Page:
Some very good news today out of Michigan:
Biden leads Trump by 12 points, with 53 percent support compared to Trump’s 41 percent, according to a EPIC-MRA poll reported by The Detroit Free Press on Sunday.
Biden’s lead in the latest poll is double his 6-point lead over the president in a poll conducted by EPIC-MRA in January, when Biden had 50 percent support compared to Trump’s 44 percent.
The majority of independent voters, a key bloc in the battleground state, said they are backing Biden, with sixty-three percent saying the support the former vice president and 23 percent saying they support Trump, the newspaper reported.
The same poll found that the majority of likely Michigan voters said they were not pleased with Trump's handling of the coronavirus pandemic.
Trump's response to the coronavirus pandemic is not helping him in Michigan, according to the poll of 600 likely voters, which was conducted by live callers and included 40% cellphone participation. The poll has a margin of error of plus or minus 4 percentage points.
Asked about Trump's handling of the pandemic, 58% gave him a negative rating, 41% gave him a positive rating, and 1% were undecided, or refused to say.
In other poll findings:
- 63% say the country is heading in the wrong direction, up from 50% in January.
- If the election was held today, 51% would vote to replace Trump, up from 44% in January.
- Independent voters, who often decide Michigan elections, are backing Biden over Trump, 63-23.
- U.S. Sen. Gary Peters, a Democrat from Bloomfield Township, leads Republican challenger John James of Farmington Hills, 51-36, with 13% undecided or refusing to say.
- Michigan Gov. Gretchen Whitmer got a job performance rating of 55% positive and 43% negative, up from 43-50 in January. And 60% gave her good marks for her handling of the coronavirus pandemic.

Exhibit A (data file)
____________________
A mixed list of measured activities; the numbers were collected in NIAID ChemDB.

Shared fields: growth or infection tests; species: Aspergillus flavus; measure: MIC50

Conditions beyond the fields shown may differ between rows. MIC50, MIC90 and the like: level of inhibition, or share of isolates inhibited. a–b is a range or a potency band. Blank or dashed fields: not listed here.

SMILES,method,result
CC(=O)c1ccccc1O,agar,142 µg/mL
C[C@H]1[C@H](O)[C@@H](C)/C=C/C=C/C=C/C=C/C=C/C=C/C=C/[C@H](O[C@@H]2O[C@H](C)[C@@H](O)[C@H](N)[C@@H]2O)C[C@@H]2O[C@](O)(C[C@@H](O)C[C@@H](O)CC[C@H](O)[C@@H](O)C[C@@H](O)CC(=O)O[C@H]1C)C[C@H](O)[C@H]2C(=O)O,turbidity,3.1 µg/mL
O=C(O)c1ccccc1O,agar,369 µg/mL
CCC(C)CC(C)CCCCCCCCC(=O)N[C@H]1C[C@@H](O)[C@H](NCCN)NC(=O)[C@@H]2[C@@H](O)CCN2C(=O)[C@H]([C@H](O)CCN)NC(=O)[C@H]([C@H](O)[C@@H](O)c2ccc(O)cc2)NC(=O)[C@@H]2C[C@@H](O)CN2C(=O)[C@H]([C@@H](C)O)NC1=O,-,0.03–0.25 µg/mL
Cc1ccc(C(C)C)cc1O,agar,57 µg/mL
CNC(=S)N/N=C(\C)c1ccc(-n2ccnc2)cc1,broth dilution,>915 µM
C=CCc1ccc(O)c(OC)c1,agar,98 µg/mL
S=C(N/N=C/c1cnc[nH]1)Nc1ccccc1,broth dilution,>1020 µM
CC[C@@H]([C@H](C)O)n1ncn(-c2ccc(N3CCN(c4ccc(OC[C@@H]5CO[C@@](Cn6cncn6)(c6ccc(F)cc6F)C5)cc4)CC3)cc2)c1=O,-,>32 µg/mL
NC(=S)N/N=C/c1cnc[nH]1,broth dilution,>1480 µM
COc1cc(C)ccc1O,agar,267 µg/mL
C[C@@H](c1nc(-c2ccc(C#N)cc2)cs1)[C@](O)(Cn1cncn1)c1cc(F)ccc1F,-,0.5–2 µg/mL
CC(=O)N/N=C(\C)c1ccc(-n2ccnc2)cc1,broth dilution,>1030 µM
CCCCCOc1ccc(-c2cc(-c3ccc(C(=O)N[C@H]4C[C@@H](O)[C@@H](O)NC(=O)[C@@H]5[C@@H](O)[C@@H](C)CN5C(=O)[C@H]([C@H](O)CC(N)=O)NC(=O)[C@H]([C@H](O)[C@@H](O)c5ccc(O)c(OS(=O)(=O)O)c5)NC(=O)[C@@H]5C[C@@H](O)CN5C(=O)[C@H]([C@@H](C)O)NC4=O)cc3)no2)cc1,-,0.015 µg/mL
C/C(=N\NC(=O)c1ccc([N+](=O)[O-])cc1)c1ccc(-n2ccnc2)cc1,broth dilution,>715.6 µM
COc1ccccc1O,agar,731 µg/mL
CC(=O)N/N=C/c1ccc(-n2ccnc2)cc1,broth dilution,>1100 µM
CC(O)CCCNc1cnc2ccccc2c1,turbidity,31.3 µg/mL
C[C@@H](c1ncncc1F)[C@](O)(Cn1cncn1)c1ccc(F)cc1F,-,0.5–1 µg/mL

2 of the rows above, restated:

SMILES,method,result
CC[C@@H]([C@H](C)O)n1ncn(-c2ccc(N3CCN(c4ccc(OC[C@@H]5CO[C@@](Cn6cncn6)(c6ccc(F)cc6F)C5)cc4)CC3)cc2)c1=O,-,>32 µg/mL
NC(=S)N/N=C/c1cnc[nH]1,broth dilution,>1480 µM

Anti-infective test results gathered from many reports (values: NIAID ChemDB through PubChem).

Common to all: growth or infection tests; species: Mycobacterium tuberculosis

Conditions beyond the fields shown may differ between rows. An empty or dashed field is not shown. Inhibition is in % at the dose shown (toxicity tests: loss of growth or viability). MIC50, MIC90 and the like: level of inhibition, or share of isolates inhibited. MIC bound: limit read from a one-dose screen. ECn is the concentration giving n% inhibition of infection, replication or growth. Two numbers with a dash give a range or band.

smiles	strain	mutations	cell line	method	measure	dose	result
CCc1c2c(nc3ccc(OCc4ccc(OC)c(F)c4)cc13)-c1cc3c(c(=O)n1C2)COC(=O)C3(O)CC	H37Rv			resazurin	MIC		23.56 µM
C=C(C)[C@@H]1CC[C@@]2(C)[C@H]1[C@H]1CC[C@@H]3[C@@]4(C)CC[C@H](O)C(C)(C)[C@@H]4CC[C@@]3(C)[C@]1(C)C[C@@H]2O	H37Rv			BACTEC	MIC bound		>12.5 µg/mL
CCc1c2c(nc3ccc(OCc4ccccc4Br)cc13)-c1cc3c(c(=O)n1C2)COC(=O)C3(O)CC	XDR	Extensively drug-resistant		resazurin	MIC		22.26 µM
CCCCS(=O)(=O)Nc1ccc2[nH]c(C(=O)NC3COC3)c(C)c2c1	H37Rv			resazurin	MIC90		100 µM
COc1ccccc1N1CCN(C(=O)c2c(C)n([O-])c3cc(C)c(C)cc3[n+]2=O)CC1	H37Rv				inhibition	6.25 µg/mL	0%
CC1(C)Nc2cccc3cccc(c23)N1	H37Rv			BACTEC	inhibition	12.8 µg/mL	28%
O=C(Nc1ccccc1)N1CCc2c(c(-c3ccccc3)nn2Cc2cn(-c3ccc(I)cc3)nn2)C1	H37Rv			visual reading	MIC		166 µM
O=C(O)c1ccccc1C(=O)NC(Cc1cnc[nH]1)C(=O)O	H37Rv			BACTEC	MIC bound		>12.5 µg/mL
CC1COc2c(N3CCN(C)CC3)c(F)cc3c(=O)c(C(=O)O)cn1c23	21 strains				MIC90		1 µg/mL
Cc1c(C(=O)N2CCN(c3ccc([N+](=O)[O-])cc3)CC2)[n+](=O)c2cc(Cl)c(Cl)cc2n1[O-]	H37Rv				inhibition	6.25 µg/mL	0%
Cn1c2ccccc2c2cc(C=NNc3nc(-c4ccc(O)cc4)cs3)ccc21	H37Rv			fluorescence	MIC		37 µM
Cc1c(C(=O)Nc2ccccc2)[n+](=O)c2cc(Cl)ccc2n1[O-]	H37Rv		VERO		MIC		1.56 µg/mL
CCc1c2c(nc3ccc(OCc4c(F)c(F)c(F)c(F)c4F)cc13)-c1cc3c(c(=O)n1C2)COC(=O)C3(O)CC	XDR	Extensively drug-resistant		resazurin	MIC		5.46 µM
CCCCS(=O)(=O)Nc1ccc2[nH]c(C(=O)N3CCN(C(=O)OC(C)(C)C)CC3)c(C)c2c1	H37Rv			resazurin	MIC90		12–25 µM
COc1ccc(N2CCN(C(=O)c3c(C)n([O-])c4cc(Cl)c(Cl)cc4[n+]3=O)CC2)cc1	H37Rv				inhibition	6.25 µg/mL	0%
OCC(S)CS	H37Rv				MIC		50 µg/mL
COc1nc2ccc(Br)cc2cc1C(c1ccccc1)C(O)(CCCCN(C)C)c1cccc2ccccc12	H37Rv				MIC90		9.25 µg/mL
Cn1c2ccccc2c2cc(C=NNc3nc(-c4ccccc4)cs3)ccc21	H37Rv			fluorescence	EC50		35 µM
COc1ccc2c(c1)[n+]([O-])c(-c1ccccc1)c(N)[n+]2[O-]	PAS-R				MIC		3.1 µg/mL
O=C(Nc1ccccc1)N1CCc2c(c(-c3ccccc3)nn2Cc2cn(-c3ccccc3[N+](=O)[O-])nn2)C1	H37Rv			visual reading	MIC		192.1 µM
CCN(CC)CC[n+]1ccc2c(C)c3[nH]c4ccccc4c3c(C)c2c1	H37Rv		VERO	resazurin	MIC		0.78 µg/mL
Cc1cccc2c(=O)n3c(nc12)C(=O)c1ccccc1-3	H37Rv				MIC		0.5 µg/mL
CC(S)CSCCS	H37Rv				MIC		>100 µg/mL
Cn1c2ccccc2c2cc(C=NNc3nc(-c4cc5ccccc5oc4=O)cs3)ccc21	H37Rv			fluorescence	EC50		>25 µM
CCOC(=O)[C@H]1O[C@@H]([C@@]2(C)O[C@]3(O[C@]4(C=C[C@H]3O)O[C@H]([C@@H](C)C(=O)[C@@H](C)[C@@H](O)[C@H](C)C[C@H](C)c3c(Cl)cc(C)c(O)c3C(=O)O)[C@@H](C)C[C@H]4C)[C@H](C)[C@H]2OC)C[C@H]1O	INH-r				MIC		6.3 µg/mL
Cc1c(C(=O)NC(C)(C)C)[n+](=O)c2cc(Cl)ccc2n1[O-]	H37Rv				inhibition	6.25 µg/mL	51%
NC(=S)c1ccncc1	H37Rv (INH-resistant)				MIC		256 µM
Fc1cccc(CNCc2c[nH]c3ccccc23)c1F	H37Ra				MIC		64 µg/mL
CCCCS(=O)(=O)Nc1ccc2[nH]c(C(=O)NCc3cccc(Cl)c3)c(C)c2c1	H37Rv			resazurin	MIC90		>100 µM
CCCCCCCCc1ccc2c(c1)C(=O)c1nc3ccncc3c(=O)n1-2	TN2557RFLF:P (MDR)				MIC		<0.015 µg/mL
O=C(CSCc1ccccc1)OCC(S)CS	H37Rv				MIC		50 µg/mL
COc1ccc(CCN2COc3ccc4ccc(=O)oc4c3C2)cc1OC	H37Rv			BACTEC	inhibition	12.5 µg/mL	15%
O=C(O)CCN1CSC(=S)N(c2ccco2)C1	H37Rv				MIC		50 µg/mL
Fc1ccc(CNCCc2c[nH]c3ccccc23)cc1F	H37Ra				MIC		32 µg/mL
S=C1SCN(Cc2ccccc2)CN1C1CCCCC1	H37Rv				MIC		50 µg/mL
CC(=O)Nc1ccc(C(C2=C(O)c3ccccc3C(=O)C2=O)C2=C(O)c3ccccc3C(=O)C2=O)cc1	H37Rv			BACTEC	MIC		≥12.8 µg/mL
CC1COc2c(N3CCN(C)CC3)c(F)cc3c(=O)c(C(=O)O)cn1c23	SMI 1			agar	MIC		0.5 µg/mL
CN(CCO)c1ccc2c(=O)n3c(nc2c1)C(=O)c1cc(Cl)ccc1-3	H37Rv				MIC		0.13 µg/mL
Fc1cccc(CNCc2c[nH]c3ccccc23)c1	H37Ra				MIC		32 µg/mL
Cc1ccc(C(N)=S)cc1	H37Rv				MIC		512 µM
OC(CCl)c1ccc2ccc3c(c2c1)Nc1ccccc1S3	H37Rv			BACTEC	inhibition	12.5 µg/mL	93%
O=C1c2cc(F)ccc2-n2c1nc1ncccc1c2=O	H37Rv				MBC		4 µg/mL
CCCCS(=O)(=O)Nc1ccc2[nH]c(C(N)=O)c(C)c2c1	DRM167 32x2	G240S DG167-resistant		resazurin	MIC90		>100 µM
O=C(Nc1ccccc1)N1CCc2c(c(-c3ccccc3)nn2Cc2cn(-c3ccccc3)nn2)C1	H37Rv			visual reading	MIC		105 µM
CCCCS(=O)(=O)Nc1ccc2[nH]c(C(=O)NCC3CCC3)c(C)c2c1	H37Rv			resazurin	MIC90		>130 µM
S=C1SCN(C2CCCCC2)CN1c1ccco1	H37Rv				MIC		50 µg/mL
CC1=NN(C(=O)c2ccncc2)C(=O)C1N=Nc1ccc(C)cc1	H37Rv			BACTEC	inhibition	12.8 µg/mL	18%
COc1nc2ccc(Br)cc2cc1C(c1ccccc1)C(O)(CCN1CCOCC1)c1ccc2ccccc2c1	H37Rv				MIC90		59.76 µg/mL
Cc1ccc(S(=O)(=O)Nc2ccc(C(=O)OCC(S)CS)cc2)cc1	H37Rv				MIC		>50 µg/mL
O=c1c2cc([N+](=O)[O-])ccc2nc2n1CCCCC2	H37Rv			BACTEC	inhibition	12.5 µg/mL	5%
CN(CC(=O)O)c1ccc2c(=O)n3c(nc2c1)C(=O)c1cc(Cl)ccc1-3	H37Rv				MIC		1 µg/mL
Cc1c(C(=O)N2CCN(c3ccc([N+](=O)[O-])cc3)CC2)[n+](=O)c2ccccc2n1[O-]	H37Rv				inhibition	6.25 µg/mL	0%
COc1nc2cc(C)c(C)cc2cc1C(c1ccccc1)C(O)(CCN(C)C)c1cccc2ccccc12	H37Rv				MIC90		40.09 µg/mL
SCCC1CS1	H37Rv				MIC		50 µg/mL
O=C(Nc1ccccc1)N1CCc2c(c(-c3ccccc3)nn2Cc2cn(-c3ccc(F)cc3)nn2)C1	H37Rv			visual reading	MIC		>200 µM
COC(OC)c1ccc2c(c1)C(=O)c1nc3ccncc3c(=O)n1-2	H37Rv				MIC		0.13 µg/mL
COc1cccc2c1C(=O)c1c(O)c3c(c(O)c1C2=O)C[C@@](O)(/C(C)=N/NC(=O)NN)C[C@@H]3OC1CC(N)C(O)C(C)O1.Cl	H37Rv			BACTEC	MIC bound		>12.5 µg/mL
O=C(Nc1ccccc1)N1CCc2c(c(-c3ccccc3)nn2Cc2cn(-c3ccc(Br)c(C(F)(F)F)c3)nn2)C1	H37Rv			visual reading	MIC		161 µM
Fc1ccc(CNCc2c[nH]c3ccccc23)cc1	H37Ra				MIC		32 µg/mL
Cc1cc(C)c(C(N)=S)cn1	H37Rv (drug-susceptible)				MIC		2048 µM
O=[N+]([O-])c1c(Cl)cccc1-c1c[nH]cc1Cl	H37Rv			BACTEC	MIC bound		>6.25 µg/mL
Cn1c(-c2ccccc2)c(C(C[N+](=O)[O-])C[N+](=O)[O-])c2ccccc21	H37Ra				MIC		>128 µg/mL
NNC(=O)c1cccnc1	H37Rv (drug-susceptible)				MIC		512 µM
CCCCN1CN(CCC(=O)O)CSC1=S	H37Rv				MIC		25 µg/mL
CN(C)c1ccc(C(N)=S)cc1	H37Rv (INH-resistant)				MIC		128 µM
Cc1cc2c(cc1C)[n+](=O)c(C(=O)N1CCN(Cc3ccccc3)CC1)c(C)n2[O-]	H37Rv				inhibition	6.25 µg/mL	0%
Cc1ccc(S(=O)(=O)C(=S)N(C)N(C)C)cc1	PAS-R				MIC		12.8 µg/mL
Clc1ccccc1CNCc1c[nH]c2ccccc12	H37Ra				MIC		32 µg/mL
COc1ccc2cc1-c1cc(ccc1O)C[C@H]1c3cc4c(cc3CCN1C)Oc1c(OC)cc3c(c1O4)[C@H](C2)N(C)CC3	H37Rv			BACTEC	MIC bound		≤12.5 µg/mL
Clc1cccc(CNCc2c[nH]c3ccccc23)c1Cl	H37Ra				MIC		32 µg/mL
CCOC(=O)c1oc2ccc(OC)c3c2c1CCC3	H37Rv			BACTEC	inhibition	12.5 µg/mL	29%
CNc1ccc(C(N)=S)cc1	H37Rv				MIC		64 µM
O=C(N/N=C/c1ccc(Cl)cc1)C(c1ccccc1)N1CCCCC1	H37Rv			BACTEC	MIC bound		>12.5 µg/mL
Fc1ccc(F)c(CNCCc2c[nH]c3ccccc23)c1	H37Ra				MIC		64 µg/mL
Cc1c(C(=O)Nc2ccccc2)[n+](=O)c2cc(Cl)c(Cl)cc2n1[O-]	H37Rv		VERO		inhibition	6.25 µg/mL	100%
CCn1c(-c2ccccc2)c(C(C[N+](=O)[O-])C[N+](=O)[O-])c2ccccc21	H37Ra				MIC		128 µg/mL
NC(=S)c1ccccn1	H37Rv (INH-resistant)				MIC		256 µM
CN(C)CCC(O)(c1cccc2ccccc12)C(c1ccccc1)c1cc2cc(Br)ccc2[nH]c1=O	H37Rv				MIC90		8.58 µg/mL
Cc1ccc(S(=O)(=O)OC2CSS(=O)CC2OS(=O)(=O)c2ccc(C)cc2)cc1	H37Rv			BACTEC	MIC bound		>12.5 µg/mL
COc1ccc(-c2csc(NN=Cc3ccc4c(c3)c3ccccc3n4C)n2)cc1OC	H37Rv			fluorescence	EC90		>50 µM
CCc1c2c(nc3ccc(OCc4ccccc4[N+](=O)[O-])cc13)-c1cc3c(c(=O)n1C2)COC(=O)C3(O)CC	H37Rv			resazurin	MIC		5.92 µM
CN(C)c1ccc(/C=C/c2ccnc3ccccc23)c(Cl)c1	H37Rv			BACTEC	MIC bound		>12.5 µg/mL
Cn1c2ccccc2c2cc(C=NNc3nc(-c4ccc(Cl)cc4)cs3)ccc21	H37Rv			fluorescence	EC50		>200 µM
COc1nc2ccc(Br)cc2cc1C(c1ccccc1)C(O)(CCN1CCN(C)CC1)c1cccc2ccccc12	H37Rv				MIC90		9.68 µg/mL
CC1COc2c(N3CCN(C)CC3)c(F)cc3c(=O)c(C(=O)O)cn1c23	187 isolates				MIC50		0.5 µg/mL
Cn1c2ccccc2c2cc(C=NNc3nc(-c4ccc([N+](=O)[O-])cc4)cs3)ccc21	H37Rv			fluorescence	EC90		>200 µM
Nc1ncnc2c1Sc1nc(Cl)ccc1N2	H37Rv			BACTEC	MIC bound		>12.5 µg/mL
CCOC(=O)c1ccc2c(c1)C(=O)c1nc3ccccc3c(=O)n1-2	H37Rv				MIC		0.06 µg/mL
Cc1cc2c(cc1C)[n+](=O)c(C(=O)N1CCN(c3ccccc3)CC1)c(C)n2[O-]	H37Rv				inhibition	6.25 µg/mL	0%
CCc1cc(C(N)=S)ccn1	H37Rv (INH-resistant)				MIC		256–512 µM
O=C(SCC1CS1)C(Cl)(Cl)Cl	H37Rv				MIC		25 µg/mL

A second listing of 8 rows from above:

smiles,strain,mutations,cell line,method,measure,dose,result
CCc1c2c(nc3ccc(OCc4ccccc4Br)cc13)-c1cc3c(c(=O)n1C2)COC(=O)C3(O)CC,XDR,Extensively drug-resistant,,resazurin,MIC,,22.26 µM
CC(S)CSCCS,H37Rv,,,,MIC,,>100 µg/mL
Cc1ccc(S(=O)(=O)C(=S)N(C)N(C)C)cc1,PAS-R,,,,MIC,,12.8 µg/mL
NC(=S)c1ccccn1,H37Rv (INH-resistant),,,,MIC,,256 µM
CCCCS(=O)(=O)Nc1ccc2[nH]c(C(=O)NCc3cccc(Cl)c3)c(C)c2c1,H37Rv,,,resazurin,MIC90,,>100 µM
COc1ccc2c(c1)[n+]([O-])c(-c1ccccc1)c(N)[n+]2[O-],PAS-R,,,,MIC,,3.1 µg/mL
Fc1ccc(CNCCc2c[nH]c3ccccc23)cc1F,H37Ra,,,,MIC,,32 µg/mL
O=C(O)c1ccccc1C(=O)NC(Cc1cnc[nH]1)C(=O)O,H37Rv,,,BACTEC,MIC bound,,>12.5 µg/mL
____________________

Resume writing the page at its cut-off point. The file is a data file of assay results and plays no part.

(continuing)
Of those surveyed, 43% identified as Democrats and 38% as Republicans.
Joe Biden still has a long way to go to earn Nicole Small's respect.
Small, a human resources worker in Detroit and vice chair of the commission that considers revisions to the city's charter, said she was furious after the presumptive Democratic nominee's “then you ain’t black” gaffe last month — and that he hasn’t done “nearly enough yet” in responding to the death of George Floyd in Minneapolis police custody.
And yet, Small, who is black, says Biden has earned her vote.
“I will chew on nails dipped in acid before I vote for Donald Trump or don’t vote at all, or let my friends and colleagues vote for Trump or not vote at all,” she said.
In Michigan, a key 2020 battleground, quickly changing circumstances brought on by the coronavirus have kept the still-nascent general election race in flux — effects likely to be felt through November. Frustration over President Donald Trump's response to a pandemic that has killed more than 100,000 Americans and caused the unemployment rate to spike to record highs threatens to alter the political tides in other swings states, including Florida and Pennsylvania.
But interviews with voters like Small — as well as with former lawmakers, political strategists, activists, journalists and political experts in Michigan — indicate that what may impact the election here more than anything is how the lives of black Americans in particular have been upended by what Massachusetts Rep. Ayanna Pressley called a “pandemic within a pandemic”: black people sickening and dying of COVID-19 at disproportionate rates while suffering from the epidemic of police brutality currently being protested in the streets.
Biden, who has enjoyed strong levels of support from African American voters throughout the campaign, stands to benefit politically, they said. But given what happened in 2016 — when polls showed that Michigan was also Hillary Clinton’s to lose, and then she lost it — black voters and Democratic political strategistswarned that Biden must do more to appeal to and turn out African American voters in order to compete with the white working class contingent Trump so adeptly mobilized in 2016, and who could turn out en masse for him again.
“The African American community is motivated to come out to have Trump removed. Unlike when Hillary was running, no one truly knew how bad Trump could be,” said LaMar Lemmons, a former Democratic member of the Michigan state House. “The pandemic was really the last straw for many people. Of course now we’re talking about the protests, but Trump’s nonresponse to the pandemic has really alienated the African American community.”
“But if he [Biden] really wants to be sure he’s reaching voters, and reaching black voters, he needs to come here and campaign,” added Lemmons, who remains a political activist in Detroit.
Let’s make sure Biden has the resources to get out the vote big time in Michigan. Click here to donate and get involved with Biden and his fellow Michigan Democrats campaigns: